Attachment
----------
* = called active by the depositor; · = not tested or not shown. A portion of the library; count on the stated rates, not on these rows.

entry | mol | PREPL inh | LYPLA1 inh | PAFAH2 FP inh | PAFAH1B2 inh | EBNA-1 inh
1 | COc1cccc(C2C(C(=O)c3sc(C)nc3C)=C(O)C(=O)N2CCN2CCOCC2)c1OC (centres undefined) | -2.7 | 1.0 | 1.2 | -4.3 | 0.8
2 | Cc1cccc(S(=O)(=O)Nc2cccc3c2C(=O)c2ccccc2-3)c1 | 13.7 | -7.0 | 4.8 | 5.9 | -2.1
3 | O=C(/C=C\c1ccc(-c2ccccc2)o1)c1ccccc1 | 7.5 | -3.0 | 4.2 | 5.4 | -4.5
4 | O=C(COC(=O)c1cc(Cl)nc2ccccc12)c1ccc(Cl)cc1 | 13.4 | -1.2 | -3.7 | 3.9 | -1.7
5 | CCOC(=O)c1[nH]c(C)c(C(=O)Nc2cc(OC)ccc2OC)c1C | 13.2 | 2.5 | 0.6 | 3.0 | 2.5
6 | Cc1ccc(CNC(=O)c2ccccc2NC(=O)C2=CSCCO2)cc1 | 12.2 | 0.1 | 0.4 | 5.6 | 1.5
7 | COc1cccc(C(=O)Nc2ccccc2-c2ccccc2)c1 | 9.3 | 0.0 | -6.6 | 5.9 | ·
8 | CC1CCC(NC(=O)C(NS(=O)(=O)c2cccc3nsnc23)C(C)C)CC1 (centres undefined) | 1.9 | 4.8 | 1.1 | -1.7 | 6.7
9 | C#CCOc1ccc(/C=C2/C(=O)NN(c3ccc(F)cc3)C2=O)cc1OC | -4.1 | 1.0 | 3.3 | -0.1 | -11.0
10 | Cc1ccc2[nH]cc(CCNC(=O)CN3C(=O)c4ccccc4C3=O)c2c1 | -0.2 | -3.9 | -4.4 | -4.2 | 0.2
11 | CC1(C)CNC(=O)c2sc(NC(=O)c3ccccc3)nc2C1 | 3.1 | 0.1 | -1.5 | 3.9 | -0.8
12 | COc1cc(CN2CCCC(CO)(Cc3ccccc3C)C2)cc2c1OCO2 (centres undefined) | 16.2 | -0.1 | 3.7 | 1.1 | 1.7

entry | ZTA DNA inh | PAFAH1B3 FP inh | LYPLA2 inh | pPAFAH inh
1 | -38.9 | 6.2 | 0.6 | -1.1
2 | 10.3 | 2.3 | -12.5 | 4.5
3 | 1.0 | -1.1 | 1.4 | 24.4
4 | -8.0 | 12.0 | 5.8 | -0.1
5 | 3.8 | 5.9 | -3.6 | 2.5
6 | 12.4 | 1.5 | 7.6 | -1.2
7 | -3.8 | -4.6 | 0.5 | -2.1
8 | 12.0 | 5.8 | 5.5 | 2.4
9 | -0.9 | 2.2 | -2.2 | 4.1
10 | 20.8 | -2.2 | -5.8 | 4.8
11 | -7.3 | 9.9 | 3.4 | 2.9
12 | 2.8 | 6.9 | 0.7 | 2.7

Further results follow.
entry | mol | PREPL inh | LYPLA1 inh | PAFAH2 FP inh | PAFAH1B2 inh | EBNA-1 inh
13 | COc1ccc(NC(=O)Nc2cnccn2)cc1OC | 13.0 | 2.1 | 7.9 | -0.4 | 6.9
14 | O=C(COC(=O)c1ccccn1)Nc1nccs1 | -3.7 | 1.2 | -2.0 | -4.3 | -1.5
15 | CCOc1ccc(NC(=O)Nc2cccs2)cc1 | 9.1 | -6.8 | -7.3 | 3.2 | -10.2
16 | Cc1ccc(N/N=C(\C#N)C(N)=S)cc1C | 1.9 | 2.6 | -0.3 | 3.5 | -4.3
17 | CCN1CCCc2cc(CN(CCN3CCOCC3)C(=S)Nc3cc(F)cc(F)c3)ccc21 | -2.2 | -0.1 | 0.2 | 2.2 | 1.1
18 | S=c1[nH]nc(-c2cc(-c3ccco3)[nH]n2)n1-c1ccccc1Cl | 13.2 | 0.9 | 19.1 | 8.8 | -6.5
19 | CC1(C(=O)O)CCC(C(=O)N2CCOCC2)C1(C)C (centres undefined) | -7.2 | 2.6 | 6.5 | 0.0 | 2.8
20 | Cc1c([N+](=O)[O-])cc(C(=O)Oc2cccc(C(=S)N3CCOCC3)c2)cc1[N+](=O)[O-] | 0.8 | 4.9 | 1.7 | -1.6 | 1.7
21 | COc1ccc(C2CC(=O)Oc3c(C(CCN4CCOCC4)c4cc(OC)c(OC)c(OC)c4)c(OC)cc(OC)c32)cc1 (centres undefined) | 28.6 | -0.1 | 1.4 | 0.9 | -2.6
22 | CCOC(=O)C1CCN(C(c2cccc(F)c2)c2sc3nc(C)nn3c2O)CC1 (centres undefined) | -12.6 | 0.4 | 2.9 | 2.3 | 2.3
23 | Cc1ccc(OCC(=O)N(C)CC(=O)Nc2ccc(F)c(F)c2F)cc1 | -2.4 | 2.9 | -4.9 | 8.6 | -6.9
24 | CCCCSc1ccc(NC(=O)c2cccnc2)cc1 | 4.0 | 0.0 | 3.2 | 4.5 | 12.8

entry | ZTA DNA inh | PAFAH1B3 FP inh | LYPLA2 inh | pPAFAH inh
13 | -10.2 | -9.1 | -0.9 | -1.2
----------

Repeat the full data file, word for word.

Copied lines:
* = called active by the depositor; · = not tested or not shown. A portion of the library; count on the stated rates, not on these rows.

entry | mol | PREPL inh | LYPLA1 inh | PAFAH2 FP inh | PAFAH1B2 inh | EBNA-1 inh
1 | COc1cccc(C2C(C(=O)c3sc(C)nc3C)=C(O)C(=O)N2CCN2CCOCC2)c1OC (centres undefined) | -2.7 | 1.0 | 1.2 | -4.3 | 0.8
2 | Cc1cccc(S(=O)(=O)Nc2cccc3c2C(=O)c2ccccc2-3)c1 | 13.7 | -7.0 | 4.8 | 5.9 | -2.1
3 | O=C(/C=C\c1ccc(-c2ccccc2)o1)c1ccccc1 | 7.5 | -3.0 | 4.2 | 5.4 | -4.5
4 | O=C(COC(=O)c1cc(Cl)nc2ccccc12)c1ccc(Cl)cc1 | 13.4 | -1.2 | -3.7 | 3.9 | -1.7
5 | CCOC(=O)c1[nH]c(C)c(C(=O)Nc2cc(OC)ccc2OC)c1C | 13.2 | 2.5 | 0.6 | 3.0 | 2.5
6 | Cc1ccc(CNC(=O)c2ccccc2NC(=O)C2=CSCCO2)cc1 | 12.2 | 0.1 | 0.4 | 5.6 | 1.5
7 | COc1cccc(C(=O)Nc2ccccc2-c2ccccc2)c1 | 9.3 | 0.0 | -6.6 | 5.9 | ·
8 | CC1CCC(NC(=O)C(NS(=O)(=O)c2cccc3nsnc23)C(C)C)CC1 (centres undefined) | 1.9 | 4.8 | 1.1 | -1.7 | 6.7
9 | C#CCOc1ccc(/C=C2/C(=O)NN(c3ccc(F)cc3)C2=O)cc1OC | -4.1 | 1.0 | 3.3 | -0.1 | -11.0
10 | Cc1ccc2[nH]cc(CCNC(=O)CN3C(=O)c4ccccc4C3=O)c2c1 | -0.2 | -3.9 | -4.4 | -4.2 | 0.2
11 | CC1(C)CNC(=O)c2sc(NC(=O)c3ccccc3)nc2C1 | 3.1 | 0.1 | -1.5 | 3.9 | -0.8
12 | COc1cc(CN2CCCC(CO)(Cc3ccccc3C)C2)cc2c1OCO2 (centres undefined) | 16.2 | -0.1 | 3.7 | 1.1 | 1.7

entry | ZTA DNA inh | PAFAH1B3 FP inh | LYPLA2 inh | pPAFAH inh
1 | -38.9 | 6.2 | 0.6 | -1.1
2 | 10.3 | 2.3 | -12.5 | 4.5
3 | 1.0 | -1.1 | 1.4 | 24.4
4 | -8.0 | 12.0 | 5.8 | -0.1
5 | 3.8 | 5.9 | -3.6 | 2.5
6 | 12.4 | 1.5 | 7.6 | -1.2
7 | -3.8 | -4.6 | 0.5 | -2.1
8 | 12.0 | 5.8 | 5.5 | 2.4
9 | -0.9 | 2.2 | -2.2 | 4.1
10 | 20.8 | -2.2 | -5.8 | 4.8
11 | -7.3 | 9.9 | 3.4 | 2.9
12 | 2.8 | 6.9 | 0.7 | 2.7

Further results follow.
entry | mol | PREPL inh | LYPLA1 inh | PAFAH2 FP inh | PAFAH1B2 inh | EBNA-1 inh
13 | COc1ccc(NC(=O)Nc2cnccn2)cc1OC | 13.0 | 2.1 | 7.9 | -0.4 | 6.9
14 | O=C(COC(=O)c1ccccn1)Nc1nccs1 | -3.7 | 1.2 | -2.0 | -4.3 | -1.5
15 | CCOc1ccc(NC(=O)Nc2cccs2)cc1 | 9.1 | -6.8 | -7.3 | 3.2 | -10.2
16 | Cc1ccc(N/N=C(\C#N)C(N)=S)cc1C | 1.9 | 2.6 | -0.3 | 3.5 | -4.3
17 | CCN1CCCc2cc(CN(CCN3CCOCC3)C(=S)Nc3cc(F)cc(F)c3)ccc21 | -2.2 | -0.1 | 0.2 | 2.2 | 1.1
18 | S=c1[nH]nc(-c2cc(-c3ccco3)[nH]n2)n1-c1ccccc1Cl | 13.2 | 0.9 | 19.1 | 8.8 | -6.5
19 | CC1(C(=O)O)CCC(C(=O)N2CCOCC2)C1(C)C (centres undefined) | -7.2 | 2.6 | 6.5 | 0.0 | 2.8
20 | Cc1c([N+](=O)[O-])cc(C(=O)Oc2cccc(C(=S)N3CCOCC3)c2)cc1[N+](=O)[O-] | 0.8 | 4.9 | 1.7 | -1.6 | 1.7
21 | COc1ccc(C2CC(=O)Oc3c(C(CCN4CCOCC4)c4cc(OC)c(OC)c(OC)c4)c(OC)cc(OC)c32)cc1 (centres undefined) | 28.6 | -0.1 | 1.4 | 0.9 | -2.6
22 | CCOC(=O)C1CCN(C(c2cccc(F)c2)c2sc3nc(C)nn3c2O)CC1 (centres undefined) | -12.6 | 0.4 | 2.9 | 2.3 | 2.3
23 | Cc1ccc(OCC(=O)N(C)CC(=O)Nc2ccc(F)c(F)c2F)cc1 | -2.4 | 2.9 | -4.9 | 8.6 | -6.9
24 | CCCCSc1ccc(NC(=O)c2cccnc2)cc1 | 4.0 | 0.0 | 3.2 | 4.5 | 12.8

entry | ZTA DNA inh | PAFAH1B3 FP inh | LYPLA2 inh | pPAFAH inh
13 | -10.2 | -9.1 | -0.9 | -1.2